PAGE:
According to HubSpot, they're responsible for ensuring every member of the team works effectively regardless of position. Additionally, they manage expectations so no one feels like they aren't getting credit for their hard work. If someone wants something done in house, it's likely because they want to avoid having to pay out-of-pocket for services. However, when working with outside vendors, they don't want to have to rely solely on multiple companies just to get things done.

In short, marketing contacts exist to take care of business needs. They keep track of leads coming through various channels (email, phone calls) and connect consumers with relevant products and services.

"There are many different roles that fall under'marketing' but our definition is fairly simple," says Stewart. "It includes anyone involved in generating qualified leads via digital or traditional methods."

So how does HubSpot define a marketing contact?

When defining a marketing contact, here's how HubSpot breaks down its responsibilities:

Lead generation - Marketing contacts drive both internal and external lead generation by using strategic plans to identify specific goals and action steps.

Sales management - Marketing Contacts are ultimately accountable for driving revenue growth by building strong relationships with partners, partners, and distributors. Marketing Contacts then use proven tactics to close deals.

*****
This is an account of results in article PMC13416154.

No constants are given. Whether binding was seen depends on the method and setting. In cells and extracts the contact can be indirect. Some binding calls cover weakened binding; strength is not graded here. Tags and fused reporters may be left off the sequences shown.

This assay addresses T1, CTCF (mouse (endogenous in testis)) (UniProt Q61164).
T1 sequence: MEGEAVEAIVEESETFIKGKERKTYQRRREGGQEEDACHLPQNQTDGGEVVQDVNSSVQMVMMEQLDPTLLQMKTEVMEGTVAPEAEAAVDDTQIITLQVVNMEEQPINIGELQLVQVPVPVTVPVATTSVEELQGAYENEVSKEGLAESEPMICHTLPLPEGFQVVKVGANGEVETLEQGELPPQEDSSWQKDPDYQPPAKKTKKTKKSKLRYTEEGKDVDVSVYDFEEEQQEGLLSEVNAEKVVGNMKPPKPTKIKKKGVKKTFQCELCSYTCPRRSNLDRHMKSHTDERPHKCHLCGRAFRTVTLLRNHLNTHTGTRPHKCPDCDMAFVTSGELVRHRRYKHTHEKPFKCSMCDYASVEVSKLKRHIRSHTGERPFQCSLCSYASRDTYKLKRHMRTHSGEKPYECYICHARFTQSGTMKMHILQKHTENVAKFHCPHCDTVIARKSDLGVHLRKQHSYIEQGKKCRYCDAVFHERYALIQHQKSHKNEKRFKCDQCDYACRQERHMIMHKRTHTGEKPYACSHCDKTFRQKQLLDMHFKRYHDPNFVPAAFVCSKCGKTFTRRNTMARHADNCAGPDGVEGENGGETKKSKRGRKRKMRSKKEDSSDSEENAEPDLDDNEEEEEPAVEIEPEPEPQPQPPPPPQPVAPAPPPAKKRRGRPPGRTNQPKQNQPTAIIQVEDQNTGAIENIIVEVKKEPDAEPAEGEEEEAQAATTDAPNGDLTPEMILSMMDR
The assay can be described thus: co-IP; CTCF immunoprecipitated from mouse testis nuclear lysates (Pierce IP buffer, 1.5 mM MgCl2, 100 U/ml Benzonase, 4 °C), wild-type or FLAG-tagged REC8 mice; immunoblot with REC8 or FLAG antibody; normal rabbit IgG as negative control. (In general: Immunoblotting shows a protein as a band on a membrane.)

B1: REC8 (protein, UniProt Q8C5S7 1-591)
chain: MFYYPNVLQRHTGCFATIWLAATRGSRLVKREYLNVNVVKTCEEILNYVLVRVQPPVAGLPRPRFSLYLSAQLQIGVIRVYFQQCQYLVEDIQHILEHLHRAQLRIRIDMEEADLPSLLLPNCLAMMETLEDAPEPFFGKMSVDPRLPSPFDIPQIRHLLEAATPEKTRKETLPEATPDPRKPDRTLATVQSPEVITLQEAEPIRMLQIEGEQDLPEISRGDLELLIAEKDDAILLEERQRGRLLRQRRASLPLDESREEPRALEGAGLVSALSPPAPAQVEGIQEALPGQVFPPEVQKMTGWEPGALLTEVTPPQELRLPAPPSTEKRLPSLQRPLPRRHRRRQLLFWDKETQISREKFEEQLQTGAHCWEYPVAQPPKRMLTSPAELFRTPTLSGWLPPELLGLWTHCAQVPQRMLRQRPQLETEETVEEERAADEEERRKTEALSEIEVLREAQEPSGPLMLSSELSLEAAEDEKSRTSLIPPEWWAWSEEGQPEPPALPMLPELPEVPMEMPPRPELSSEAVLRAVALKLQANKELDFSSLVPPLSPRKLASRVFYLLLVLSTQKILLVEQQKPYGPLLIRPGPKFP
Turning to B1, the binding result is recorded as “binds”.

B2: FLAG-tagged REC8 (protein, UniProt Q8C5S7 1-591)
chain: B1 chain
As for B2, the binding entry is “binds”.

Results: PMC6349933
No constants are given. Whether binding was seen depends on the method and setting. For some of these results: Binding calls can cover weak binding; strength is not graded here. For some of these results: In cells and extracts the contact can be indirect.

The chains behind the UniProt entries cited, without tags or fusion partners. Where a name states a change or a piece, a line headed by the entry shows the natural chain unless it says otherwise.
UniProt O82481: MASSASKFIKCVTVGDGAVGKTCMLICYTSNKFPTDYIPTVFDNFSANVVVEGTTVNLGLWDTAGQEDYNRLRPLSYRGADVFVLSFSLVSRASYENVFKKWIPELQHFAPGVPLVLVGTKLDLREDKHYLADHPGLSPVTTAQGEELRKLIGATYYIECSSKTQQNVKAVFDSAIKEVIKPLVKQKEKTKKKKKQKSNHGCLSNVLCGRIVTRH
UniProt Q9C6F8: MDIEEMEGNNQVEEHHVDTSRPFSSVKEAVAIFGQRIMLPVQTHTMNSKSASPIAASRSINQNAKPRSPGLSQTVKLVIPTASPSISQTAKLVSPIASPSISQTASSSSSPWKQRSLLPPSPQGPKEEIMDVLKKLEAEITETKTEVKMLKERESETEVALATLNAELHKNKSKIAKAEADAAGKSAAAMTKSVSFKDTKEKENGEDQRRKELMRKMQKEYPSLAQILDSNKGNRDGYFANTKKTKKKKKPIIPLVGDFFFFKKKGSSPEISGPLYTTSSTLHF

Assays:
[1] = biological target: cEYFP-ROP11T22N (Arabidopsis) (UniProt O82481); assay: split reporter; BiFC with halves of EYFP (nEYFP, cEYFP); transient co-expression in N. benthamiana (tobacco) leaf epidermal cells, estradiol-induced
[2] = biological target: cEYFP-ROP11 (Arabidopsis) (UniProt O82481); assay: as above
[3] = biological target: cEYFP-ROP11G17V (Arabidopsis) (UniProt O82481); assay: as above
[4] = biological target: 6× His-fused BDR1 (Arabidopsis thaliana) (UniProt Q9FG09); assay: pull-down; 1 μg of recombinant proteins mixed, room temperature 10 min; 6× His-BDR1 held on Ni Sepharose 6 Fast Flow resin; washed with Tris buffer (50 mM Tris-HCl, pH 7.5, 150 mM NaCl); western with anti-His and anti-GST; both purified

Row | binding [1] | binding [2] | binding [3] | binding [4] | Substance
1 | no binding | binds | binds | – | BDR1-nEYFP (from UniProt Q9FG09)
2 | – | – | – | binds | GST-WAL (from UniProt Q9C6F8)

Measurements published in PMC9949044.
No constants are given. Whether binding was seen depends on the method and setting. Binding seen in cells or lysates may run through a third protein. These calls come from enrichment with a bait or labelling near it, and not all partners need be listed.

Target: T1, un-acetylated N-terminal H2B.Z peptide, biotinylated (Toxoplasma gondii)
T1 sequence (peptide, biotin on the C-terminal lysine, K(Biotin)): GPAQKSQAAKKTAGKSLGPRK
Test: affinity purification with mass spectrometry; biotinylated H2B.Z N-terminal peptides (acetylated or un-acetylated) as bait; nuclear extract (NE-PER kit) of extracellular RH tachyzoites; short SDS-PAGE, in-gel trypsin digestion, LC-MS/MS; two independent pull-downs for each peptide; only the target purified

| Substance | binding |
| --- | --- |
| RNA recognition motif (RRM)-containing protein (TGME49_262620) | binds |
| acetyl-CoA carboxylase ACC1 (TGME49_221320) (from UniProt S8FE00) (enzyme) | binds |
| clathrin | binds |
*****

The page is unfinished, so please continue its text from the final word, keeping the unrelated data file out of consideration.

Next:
Relationship management - A primary responsibility of marketing contacts is connecting potential buyers with high quality solutions from trusted providers. To accomplish this task, marketing teams must cultivate long term partnerships with product providers, channel partners, and end users.

Customer service/account management - As part of relationship management, marketing contacts monitor client satisfaction levels and provide feedback to improve process efficiency and effectiveness. They're also responsible for tracking performance metrics and reporting results back to senior leadership.

Stewart explains that his team doesn't differentiate between marketing tasks based on skill set. So even though some positions may require less technical expertise than others, marketing contacts still play a crucial role in making sure everyone gets equal opportunity to succeed.

Additionally, he adds that marketers shouldn't feel left behind if they don't have direct access to upper management. There are plenty of opportunities for marketing leaders to contribute value without needing a title above theirs.

For instance, marketing managers can create roadmaps for new initiatives or develop a strategy around how best to market certain products. Likewise, directors can share ideas with colleagues, encourage cross functional collaboration, and give guidance to emerging talents. All of which will assist in increasing overall productivity while streamlining processes.